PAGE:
Matching Items (7)

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The Relationship between Neural Responses to Rejection and Depressive Symptoms in Adolescent Romantic Relationships: a Dual EEG Acquisition Study

Description

The research question this thesis aims to answer is whether depressive symptoms of adolescents involved in romantic relationships are related to their rejection sensitivity. It was hypothesized that adolescents who

The research question this thesis aims to answer is whether depressive symptoms of adolescents involved in romantic relationships are related to their rejection sensitivity. It was hypothesized that adolescents who have more rejection sensitivity, indicated by a bigger P3b response, will have more depressive symptoms. This hypothesis was tested by having adolescent couples attend a lab session in which they played a Social Rejection Task while EEG data was being collected. Rejection sensitivity was measured using the activity of the P3b ERP at the Pz electrode. The P3b ERP was chosen to measure rejection sensitivity as it has been used before to measure rejection sensitivity in previous ostracism studies. Depressive symptoms were measured using the 20-item Center for Epidemiological Studies Depression Scale (CES-D, Radloff, 1977). After running a multiple regression analysis, the results did not support the hypothesis; instead, the results showed no relationship between rejection sensitivity and depressive symptoms. The results are also contrary to similar literature which typically shows that the higher the rejection sensitivity, the greater the depressive symptoms.

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Agent

Created

Date Created
  • 2015-05

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Ending a Relationship: The Variance in Breakup Factors Across an Age Continuum

Description

This study investigated reasons for romantic dissolution in 235 participants, ranging from 18-55 years of age, who had experienced a breakup in the past 12 months. Through an online survey

This study investigated reasons for romantic dissolution in 235 participants, ranging from 18-55 years of age, who had experienced a breakup in the past 12 months. Through an online survey on Amazon Mechanical Turk, participants were asked to briefly describe their relationship, then rate how true a variety of statements were in regards to the characteristics of their relationship. Participants were then asked to rate how much each characteristic contributed as a reason for their breakup. Pairwise Pearson correlations were used to determine the variance in breakup factors with participant age. A significant positive correlation was found between age and participants attributing their breakup to a lack of intimacy, demonstrating that older participants were more likely to attribute their breakups to this factor. A marginally significant negative correlation was found between age and loss of independence as a reason for dissolution, showing that younger participants were more likely to attribute their breakup to losing their independence than were older participants. The correlation between age and participants' attributing breakups to a partner cheating was marginally significant, such that older participants were more likely to attribute their breakup to cheating than were younger participants. Due to the lack of significant correlations found between the 15 coded breakup factors and age, it was determined that age does not have a major effect on what factors may lead partners to end a romantic relationship.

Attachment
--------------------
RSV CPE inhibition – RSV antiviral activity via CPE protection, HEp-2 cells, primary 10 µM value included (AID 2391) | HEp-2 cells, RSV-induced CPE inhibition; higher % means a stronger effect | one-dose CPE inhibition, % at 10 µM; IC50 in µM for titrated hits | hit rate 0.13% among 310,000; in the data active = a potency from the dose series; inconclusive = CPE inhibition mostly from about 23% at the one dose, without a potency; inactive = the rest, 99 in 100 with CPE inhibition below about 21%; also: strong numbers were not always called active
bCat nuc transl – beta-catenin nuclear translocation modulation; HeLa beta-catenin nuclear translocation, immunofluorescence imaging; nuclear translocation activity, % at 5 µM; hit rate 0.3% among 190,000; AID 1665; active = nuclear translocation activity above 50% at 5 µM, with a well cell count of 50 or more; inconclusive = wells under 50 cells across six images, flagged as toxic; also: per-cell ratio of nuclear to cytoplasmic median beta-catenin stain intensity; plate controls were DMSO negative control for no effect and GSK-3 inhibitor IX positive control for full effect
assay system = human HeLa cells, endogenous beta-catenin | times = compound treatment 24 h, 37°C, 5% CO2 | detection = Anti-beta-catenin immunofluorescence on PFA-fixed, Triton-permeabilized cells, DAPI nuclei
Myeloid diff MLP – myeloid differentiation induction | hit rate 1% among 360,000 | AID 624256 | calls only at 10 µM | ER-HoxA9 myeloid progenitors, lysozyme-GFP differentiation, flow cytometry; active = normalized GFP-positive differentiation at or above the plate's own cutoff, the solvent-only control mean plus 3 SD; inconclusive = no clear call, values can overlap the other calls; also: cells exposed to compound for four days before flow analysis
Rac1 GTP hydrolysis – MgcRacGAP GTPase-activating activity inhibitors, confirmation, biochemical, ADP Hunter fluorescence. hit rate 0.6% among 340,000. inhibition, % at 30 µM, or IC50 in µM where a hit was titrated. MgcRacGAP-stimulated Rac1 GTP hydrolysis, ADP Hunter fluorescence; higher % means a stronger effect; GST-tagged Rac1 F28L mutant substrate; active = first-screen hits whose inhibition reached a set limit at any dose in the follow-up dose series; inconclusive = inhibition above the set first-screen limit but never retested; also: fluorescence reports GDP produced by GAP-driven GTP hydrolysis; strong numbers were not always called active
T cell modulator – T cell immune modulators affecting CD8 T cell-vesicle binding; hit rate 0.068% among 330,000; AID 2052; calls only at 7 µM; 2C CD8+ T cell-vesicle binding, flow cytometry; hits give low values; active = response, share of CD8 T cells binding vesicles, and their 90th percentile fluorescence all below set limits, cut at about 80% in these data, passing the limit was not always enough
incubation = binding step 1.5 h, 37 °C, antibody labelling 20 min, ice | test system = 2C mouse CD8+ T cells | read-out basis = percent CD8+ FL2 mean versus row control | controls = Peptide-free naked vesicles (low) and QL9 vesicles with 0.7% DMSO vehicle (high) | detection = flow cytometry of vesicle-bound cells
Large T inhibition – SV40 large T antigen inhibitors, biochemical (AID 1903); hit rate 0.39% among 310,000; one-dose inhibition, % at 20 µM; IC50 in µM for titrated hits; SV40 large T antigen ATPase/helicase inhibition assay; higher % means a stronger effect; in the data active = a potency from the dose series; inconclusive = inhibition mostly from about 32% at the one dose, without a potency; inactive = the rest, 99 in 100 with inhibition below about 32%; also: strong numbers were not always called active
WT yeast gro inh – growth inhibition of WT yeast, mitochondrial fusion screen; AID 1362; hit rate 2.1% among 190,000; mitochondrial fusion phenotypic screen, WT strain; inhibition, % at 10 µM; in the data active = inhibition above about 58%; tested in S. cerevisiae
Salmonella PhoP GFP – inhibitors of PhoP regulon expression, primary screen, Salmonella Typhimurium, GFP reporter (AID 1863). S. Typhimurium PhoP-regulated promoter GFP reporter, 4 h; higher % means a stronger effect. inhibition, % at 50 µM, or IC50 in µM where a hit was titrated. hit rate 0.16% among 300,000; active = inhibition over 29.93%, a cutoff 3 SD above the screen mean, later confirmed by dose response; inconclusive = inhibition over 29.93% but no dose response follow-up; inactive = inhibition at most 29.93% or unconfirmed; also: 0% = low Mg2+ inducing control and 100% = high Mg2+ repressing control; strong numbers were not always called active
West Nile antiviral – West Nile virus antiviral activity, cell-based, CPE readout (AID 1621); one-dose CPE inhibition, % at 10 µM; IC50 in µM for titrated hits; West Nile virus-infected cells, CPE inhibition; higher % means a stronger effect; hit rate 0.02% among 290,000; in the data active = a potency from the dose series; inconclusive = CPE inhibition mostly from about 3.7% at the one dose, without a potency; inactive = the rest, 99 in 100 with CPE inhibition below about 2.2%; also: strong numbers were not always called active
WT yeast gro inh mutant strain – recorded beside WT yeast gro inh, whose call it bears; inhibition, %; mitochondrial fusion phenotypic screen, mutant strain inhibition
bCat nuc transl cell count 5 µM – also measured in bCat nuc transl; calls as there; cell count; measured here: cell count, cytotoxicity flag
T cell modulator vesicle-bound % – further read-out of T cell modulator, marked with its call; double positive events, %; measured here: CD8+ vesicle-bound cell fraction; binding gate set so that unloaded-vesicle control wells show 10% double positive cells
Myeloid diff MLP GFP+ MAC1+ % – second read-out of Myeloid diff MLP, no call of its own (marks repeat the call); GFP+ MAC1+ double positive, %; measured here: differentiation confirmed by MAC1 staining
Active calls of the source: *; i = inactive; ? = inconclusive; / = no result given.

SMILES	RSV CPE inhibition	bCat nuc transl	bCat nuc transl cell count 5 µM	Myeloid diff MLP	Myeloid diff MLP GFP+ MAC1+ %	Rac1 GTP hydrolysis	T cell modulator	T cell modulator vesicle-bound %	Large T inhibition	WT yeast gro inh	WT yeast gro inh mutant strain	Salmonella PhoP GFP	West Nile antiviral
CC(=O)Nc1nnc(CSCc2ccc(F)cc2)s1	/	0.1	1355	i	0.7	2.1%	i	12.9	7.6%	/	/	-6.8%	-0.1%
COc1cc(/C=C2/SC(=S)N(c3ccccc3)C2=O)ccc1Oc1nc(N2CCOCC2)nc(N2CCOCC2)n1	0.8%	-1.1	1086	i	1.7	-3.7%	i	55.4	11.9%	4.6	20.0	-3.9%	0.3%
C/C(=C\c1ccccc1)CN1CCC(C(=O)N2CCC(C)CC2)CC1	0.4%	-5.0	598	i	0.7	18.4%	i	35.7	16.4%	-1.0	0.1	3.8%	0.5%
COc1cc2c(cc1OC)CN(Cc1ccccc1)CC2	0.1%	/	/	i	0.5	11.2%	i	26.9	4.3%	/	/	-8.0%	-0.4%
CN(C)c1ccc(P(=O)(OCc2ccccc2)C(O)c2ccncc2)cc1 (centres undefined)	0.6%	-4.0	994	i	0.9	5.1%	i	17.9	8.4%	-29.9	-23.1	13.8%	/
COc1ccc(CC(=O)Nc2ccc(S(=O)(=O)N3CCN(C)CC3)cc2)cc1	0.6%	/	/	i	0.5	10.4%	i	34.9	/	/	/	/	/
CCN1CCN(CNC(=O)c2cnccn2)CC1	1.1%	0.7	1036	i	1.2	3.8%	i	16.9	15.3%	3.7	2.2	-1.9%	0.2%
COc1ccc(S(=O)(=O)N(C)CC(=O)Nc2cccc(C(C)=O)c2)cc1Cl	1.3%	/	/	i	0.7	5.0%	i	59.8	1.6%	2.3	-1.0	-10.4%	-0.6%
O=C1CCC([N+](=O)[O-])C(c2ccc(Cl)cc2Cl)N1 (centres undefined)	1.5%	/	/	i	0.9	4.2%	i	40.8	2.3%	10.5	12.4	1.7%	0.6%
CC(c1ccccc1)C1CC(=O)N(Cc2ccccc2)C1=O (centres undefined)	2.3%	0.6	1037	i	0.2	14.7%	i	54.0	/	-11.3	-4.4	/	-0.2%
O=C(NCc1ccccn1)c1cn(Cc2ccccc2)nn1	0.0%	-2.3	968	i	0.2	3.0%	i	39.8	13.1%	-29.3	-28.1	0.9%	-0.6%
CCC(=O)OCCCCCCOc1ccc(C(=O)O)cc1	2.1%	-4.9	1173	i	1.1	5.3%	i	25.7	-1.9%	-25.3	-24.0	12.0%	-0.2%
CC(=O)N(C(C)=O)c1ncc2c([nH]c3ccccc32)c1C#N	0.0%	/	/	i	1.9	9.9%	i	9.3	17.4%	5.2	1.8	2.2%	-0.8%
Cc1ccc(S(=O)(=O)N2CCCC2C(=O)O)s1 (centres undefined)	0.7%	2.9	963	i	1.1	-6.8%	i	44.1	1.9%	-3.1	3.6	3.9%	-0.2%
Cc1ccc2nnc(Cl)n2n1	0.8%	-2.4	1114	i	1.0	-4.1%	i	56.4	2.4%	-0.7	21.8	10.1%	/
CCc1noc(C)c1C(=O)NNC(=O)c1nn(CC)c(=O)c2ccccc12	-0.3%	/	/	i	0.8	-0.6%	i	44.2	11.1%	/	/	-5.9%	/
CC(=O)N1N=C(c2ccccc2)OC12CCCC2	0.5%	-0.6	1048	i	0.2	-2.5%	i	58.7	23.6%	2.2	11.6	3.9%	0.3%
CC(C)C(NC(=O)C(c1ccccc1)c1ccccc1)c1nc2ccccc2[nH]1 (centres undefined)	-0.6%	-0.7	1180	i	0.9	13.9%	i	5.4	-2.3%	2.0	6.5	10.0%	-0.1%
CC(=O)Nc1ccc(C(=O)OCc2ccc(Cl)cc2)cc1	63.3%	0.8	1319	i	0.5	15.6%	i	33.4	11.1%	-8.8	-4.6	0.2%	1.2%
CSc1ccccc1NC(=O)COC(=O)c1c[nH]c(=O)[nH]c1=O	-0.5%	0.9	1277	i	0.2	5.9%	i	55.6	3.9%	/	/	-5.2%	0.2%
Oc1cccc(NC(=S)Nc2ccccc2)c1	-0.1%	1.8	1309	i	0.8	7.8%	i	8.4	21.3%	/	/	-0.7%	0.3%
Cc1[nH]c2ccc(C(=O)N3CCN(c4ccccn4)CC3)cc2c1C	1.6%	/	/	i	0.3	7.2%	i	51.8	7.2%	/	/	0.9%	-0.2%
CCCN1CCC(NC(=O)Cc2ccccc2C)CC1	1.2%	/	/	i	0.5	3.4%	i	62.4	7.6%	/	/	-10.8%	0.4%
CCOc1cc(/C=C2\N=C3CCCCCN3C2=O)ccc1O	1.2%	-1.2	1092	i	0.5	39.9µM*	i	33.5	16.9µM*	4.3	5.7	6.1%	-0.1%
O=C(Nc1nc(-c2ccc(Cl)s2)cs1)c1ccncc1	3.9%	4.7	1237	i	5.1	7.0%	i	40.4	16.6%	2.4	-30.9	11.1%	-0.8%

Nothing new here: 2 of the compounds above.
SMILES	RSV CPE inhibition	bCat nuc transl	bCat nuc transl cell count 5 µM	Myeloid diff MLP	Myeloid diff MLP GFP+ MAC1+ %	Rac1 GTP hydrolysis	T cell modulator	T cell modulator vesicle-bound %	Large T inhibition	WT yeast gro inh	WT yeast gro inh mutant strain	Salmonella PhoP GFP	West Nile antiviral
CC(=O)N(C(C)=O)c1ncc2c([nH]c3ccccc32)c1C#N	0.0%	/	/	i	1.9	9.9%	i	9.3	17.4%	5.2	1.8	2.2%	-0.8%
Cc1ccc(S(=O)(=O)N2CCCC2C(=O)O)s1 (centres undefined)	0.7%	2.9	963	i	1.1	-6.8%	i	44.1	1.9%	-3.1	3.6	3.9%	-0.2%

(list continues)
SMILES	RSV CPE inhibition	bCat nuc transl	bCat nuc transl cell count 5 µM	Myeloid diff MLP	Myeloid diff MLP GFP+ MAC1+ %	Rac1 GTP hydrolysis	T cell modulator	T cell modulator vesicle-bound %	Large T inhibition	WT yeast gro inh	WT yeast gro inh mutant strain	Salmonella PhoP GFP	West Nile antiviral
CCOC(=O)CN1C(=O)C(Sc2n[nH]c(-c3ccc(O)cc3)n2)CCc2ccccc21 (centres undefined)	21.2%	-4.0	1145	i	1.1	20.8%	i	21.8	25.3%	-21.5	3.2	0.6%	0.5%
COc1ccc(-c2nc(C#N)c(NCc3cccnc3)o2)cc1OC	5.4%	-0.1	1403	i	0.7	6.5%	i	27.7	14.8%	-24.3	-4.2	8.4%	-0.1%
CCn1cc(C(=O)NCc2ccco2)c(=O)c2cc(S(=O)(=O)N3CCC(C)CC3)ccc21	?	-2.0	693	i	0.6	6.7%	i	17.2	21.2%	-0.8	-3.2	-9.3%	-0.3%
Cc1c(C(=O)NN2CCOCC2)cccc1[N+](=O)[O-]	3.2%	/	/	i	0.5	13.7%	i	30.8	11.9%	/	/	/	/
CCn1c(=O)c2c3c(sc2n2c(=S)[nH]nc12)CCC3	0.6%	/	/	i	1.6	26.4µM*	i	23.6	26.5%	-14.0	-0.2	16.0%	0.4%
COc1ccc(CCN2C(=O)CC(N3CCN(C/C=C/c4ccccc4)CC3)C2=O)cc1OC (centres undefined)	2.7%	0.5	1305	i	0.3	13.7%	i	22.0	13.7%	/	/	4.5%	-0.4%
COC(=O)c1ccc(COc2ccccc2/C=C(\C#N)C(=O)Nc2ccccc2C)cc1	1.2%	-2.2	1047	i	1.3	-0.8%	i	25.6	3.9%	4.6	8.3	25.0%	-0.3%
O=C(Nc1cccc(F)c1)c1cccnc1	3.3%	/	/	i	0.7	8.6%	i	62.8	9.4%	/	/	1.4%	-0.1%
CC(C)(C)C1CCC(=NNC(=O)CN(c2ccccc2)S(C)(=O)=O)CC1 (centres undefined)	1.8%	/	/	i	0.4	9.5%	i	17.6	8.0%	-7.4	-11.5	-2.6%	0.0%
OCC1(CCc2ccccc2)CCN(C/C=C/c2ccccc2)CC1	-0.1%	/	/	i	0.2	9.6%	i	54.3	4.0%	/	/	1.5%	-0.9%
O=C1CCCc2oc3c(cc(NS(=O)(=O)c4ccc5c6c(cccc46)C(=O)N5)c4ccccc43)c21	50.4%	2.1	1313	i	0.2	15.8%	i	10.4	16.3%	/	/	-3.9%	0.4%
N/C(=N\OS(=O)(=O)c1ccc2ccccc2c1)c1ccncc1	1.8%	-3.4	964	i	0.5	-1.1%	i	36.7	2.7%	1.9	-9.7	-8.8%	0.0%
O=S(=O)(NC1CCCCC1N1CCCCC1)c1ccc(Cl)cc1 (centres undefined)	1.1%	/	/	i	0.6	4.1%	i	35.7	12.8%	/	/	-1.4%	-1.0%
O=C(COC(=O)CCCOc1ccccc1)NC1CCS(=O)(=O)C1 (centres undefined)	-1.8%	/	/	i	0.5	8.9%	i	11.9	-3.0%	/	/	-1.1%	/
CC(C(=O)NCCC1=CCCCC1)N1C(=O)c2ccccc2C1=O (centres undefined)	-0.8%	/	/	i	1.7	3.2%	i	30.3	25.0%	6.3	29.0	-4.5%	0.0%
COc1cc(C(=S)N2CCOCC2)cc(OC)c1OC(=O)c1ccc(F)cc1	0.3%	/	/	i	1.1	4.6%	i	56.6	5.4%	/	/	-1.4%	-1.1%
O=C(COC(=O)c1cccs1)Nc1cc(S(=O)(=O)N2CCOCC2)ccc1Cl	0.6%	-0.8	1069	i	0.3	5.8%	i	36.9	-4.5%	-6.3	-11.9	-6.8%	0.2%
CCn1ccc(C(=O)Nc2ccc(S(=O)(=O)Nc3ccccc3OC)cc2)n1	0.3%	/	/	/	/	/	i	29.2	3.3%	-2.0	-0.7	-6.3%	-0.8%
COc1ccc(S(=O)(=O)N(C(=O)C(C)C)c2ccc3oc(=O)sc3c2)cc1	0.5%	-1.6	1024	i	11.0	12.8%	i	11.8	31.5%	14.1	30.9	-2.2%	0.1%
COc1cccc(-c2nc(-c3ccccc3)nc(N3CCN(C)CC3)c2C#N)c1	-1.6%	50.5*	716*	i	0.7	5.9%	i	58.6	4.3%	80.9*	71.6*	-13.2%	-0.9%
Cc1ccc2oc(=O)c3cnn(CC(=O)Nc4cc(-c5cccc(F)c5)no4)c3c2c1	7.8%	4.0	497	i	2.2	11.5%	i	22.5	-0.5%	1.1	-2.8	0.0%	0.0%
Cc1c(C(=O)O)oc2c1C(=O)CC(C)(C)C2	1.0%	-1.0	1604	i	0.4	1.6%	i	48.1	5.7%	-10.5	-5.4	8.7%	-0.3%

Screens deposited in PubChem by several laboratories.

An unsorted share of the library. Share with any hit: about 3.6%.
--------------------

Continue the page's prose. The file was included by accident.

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Agent

Created

Date Created
  • 2018-05

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Exploring the Within- and Between-Person Effects of Alcohol Use and Discrepant Drinking on Mood and Relationship Functioning

Description

Alcohol use among romantic partners is known to be related to a variety of detrimental outcomes, such as decreased relationship satisfaction and increases in conflict. However, discrepant drinking among partners

Alcohol use among romantic partners is known to be related to a variety of detrimental outcomes, such as decreased relationship satisfaction and increases in conflict. However, discrepant drinking among partners may be a stronger predictor of relationship outcomes over and above the amount of alcohol use. Currently, little is known about potential differences in the within- and between-person effects and discrepancy’s effect on mood, particularly among community samples. The current study investigated the effects of both individual and partner alcohol use, as well as discrepant drinking, on mood and relationship functioning. Data were obtained from 280 heterosexual romantic couples using a measurement burst daily dairy design over the course of one year. Actor Partner Interdependence Model and Dyadic Score Model analyses were used to investigate the effect of alcohol use and discrepant drinking on mood and relationship functioning, both at the within- and between- person levels. Specifically, analyses investigated the effects of no drinking versus moderate drinking, no drinking versus binge drinking, and moderate drinking versus binge drinking. Results revealed that while binge drinking may be related to positive outcomes proximally, the cumulative effects at the between-person level are detrimental. Moreover, discrepant drinking appears most detrimental when women outdrink their partners. These findings have important implications for refining and improving upon couples-based interventions aimed at alcohol-use problems among non-clinical couples.